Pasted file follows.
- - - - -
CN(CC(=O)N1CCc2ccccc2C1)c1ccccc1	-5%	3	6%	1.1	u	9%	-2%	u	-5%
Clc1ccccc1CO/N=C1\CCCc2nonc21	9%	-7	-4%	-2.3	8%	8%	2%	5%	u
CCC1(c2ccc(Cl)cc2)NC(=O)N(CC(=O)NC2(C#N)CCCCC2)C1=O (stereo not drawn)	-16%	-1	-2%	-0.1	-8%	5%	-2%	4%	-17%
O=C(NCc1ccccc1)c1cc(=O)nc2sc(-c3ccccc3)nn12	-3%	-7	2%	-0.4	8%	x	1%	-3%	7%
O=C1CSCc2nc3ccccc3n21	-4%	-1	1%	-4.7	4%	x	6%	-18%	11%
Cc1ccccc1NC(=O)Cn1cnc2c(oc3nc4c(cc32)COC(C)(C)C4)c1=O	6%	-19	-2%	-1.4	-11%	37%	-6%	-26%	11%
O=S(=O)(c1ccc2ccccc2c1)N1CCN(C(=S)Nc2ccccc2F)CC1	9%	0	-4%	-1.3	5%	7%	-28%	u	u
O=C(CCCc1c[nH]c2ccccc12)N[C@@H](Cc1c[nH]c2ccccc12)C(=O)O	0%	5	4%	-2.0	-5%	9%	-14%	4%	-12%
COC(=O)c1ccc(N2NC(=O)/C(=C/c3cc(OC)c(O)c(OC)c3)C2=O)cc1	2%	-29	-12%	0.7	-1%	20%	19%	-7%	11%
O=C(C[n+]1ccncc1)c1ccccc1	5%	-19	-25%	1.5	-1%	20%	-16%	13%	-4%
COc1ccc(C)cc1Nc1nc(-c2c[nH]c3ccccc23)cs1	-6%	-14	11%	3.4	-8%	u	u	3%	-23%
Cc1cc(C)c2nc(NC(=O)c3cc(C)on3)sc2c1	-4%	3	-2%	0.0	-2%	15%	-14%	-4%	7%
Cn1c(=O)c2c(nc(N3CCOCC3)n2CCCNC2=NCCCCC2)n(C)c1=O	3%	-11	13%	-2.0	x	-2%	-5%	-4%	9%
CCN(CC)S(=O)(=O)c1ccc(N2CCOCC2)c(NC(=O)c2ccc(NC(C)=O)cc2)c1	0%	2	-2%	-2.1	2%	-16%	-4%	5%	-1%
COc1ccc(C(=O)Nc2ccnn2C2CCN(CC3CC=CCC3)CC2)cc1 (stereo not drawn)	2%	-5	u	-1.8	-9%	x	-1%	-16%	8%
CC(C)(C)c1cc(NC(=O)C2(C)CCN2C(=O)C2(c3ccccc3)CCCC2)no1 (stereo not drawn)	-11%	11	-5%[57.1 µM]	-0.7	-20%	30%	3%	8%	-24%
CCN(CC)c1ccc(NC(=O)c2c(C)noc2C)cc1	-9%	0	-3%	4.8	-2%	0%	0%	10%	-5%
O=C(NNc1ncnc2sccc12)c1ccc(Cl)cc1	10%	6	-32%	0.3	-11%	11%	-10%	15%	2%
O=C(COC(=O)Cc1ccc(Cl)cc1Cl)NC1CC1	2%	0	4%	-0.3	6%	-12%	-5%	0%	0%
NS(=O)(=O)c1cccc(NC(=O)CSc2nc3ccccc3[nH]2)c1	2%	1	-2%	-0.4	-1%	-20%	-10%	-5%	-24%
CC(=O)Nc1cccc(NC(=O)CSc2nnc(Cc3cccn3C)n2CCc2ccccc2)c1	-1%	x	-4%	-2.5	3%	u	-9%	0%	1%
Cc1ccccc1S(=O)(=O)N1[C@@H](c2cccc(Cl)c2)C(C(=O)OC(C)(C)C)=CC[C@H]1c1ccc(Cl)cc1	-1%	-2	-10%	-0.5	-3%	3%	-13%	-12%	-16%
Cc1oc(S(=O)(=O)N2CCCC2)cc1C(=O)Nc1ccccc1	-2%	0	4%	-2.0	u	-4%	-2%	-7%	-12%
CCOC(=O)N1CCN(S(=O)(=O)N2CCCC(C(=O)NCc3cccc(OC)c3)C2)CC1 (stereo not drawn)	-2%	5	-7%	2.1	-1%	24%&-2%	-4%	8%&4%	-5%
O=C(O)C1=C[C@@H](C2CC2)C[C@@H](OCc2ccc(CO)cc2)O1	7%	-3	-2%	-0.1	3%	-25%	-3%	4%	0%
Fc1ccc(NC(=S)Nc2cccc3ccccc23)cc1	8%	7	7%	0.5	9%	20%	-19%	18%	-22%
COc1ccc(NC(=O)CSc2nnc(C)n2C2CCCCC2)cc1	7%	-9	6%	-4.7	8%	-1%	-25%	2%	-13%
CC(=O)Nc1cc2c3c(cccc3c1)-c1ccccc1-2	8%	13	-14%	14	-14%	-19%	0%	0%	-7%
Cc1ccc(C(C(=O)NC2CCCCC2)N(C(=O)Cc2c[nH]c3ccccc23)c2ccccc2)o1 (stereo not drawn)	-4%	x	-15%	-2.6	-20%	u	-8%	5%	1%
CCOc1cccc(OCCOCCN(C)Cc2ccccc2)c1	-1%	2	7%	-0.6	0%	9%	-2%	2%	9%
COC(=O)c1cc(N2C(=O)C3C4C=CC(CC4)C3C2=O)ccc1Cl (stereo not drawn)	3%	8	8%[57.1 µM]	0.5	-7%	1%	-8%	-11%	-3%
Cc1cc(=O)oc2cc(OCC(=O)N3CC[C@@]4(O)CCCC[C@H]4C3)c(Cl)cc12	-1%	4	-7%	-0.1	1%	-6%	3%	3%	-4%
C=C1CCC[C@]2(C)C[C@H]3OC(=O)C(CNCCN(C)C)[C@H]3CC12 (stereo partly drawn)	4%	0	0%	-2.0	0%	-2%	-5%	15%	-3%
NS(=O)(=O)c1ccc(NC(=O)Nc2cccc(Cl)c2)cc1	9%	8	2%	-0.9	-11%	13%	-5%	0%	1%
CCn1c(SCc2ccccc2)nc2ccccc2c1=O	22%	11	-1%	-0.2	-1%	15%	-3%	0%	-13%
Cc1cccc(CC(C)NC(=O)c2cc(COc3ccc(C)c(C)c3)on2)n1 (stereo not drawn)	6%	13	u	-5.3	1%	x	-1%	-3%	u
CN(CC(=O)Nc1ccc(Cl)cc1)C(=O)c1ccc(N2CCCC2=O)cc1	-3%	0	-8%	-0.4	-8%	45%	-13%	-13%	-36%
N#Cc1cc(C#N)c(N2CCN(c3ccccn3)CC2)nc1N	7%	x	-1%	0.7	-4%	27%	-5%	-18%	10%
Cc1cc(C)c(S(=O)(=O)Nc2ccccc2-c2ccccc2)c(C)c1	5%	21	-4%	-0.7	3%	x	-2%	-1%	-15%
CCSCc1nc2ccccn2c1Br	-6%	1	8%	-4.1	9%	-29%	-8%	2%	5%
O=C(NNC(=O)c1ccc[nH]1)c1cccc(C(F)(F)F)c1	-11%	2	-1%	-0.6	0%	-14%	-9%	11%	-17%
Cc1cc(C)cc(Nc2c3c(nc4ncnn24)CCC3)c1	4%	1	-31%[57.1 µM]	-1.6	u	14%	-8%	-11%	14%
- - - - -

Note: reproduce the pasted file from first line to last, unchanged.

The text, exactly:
CN(CC(=O)N1CCc2ccccc2C1)c1ccccc1	-5%	3	6%	1.1	u	9%	-2%	u	-5%
Clc1ccccc1CO/N=C1\CCCc2nonc21	9%	-7	-4%	-2.3	8%	8%	2%	5%	u
CCC1(c2ccc(Cl)cc2)NC(=O)N(CC(=O)NC2(C#N)CCCCC2)C1=O (stereo not drawn)	-16%	-1	-2%	-0.1	-8%	5%	-2%	4%	-17%
O=C(NCc1ccccc1)c1cc(=O)nc2sc(-c3ccccc3)nn12	-3%	-7	2%	-0.4	8%	x	1%	-3%	7%
O=C1CSCc2nc3ccccc3n21	-4%	-1	1%	-4.7	4%	x	6%	-18%	11%
Cc1ccccc1NC(=O)Cn1cnc2c(oc3nc4c(cc32)COC(C)(C)C4)c1=O	6%	-19	-2%	-1.4	-11%	37%	-6%	-26%	11%
O=S(=O)(c1ccc2ccccc2c1)N1CCN(C(=S)Nc2ccccc2F)CC1	9%	0	-4%	-1.3	5%	7%	-28%	u	u
O=C(CCCc1c[nH]c2ccccc12)N[C@@H](Cc1c[nH]c2ccccc12)C(=O)O	0%	5	4%	-2.0	-5%	9%	-14%	4%	-12%
COC(=O)c1ccc(N2NC(=O)/C(=C/c3cc(OC)c(O)c(OC)c3)C2=O)cc1	2%	-29	-12%	0.7	-1%	20%	19%	-7%	11%
O=C(C[n+]1ccncc1)c1ccccc1	5%	-19	-25%	1.5	-1%	20%	-16%	13%	-4%
COc1ccc(C)cc1Nc1nc(-c2c[nH]c3ccccc23)cs1	-6%	-14	11%	3.4	-8%	u	u	3%	-23%
Cc1cc(C)c2nc(NC(=O)c3cc(C)on3)sc2c1	-4%	3	-2%	0.0	-2%	15%	-14%	-4%	7%
Cn1c(=O)c2c(nc(N3CCOCC3)n2CCCNC2=NCCCCC2)n(C)c1=O	3%	-11	13%	-2.0	x	-2%	-5%	-4%	9%
CCN(CC)S(=O)(=O)c1ccc(N2CCOCC2)c(NC(=O)c2ccc(NC(C)=O)cc2)c1	0%	2	-2%	-2.1	2%	-16%	-4%	5%	-1%
COc1ccc(C(=O)Nc2ccnn2C2CCN(CC3CC=CCC3)CC2)cc1 (stereo not drawn)	2%	-5	u	-1.8	-9%	x	-1%	-16%	8%
CC(C)(C)c1cc(NC(=O)C2(C)CCN2C(=O)C2(c3ccccc3)CCCC2)no1 (stereo not drawn)	-11%	11	-5%[57.1 µM]	-0.7	-20%	30%	3%	8%	-24%
CCN(CC)c1ccc(NC(=O)c2c(C)noc2C)cc1	-9%	0	-3%	4.8	-2%	0%	0%	10%	-5%
O=C(NNc1ncnc2sccc12)c1ccc(Cl)cc1	10%	6	-32%	0.3	-11%	11%	-10%	15%	2%
O=C(COC(=O)Cc1ccc(Cl)cc1Cl)NC1CC1	2%	0	4%	-0.3	6%	-12%	-5%	0%	0%
NS(=O)(=O)c1cccc(NC(=O)CSc2nc3ccccc3[nH]2)c1	2%	1	-2%	-0.4	-1%	-20%	-10%	-5%	-24%
CC(=O)Nc1cccc(NC(=O)CSc2nnc(Cc3cccn3C)n2CCc2ccccc2)c1	-1%	x	-4%	-2.5	3%	u	-9%	0%	1%
Cc1ccccc1S(=O)(=O)N1[C@@H](c2cccc(Cl)c2)C(C(=O)OC(C)(C)C)=CC[C@H]1c1ccc(Cl)cc1	-1%	-2	-10%	-0.5	-3%	3%	-13%	-12%	-16%
Cc1oc(S(=O)(=O)N2CCCC2)cc1C(=O)Nc1ccccc1	-2%	0	4%	-2.0	u	-4%	-2%	-7%	-12%
CCOC(=O)N1CCN(S(=O)(=O)N2CCCC(C(=O)NCc3cccc(OC)c3)C2)CC1 (stereo not drawn)	-2%	5	-7%	2.1	-1%	24%&-2%	-4%	8%&4%	-5%
O=C(O)C1=C[C@@H](C2CC2)C[C@@H](OCc2ccc(CO)cc2)O1	7%	-3	-2%	-0.1	3%	-25%	-3%	4%	0%
Fc1ccc(NC(=S)Nc2cccc3ccccc23)cc1	8%	7	7%	0.5	9%	20%	-19%	18%	-22%
COc1ccc(NC(=O)CSc2nnc(C)n2C2CCCCC2)cc1	7%	-9	6%	-4.7	8%	-1%	-25%	2%	-13%
CC(=O)Nc1cc2c3c(cccc3c1)-c1ccccc1-2	8%	13	-14%	14	-14%	-19%	0%	0%	-7%
Cc1ccc(C(C(=O)NC2CCCCC2)N(C(=O)Cc2c[nH]c3ccccc23)c2ccccc2)o1 (stereo not drawn)	-4%	x	-15%	-2.6	-20%	u	-8%	5%	1%
CCOc1cccc(OCCOCCN(C)Cc2ccccc2)c1	-1%	2	7%	-0.6	0%	9%	-2%	2%	9%
COC(=O)c1cc(N2C(=O)C3C4C=CC(CC4)C3C2=O)ccc1Cl (stereo not drawn)	3%	8	8%[57.1 µM]	0.5	-7%	1%	-8%	-11%	-3%
Cc1cc(=O)oc2cc(OCC(=O)N3CC[C@@]4(O)CCCC[C@H]4C3)c(Cl)cc12	-1%	4	-7%	-0.1	1%	-6%	3%	3%	-4%
C=C1CCC[C@]2(C)C[C@H]3OC(=O)C(CNCCN(C)C)[C@H]3CC12 (stereo partly drawn)	4%	0	0%	-2.0	0%	-2%	-5%	15%	-3%
NS(=O)(=O)c1ccc(NC(=O)Nc2cccc(Cl)c2)cc1	9%	8	2%	-0.9	-11%	13%	-5%	0%	1%
CCn1c(SCc2ccccc2)nc2ccccc2c1=O	22%	11	-1%	-0.2	-1%	15%	-3%	0%	-13%
Cc1cccc(CC(C)NC(=O)c2cc(COc3ccc(C)c(C)c3)on2)n1 (stereo not drawn)	6%	13	u	-5.3	1%	x	-1%	-3%	u
CN(CC(=O)Nc1ccc(Cl)cc1)C(=O)c1ccc(N2CCCC2=O)cc1	-3%	0	-8%	-0.4	-8%	45%	-13%	-13%	-36%
N#Cc1cc(C#N)c(N2CCN(c3ccccn3)CC2)nc1N	7%	x	-1%	0.7	-4%	27%	-5%	-18%	10%
Cc1cc(C)c(S(=O)(=O)Nc2ccccc2-c2ccccc2)c(C)c1	5%	21	-4%	-0.7	3%	x	-2%	-1%	-15%
CCSCc1nc2ccccn2c1Br	-6%	1	8%	-4.1	9%	-29%	-8%	2%	5%
O=C(NNC(=O)c1ccc[nH]1)c1cccc(C(F)(F)F)c1	-11%	2	-1%	-0.6	0%	-14%	-9%	11%	-17%
Cc1cc(C)cc(Nc2c3c(nc4ncnn24)CCC3)c1	4%	1	-31%[57.1 µM]	-1.6	u	14%	-8%	-11%	14%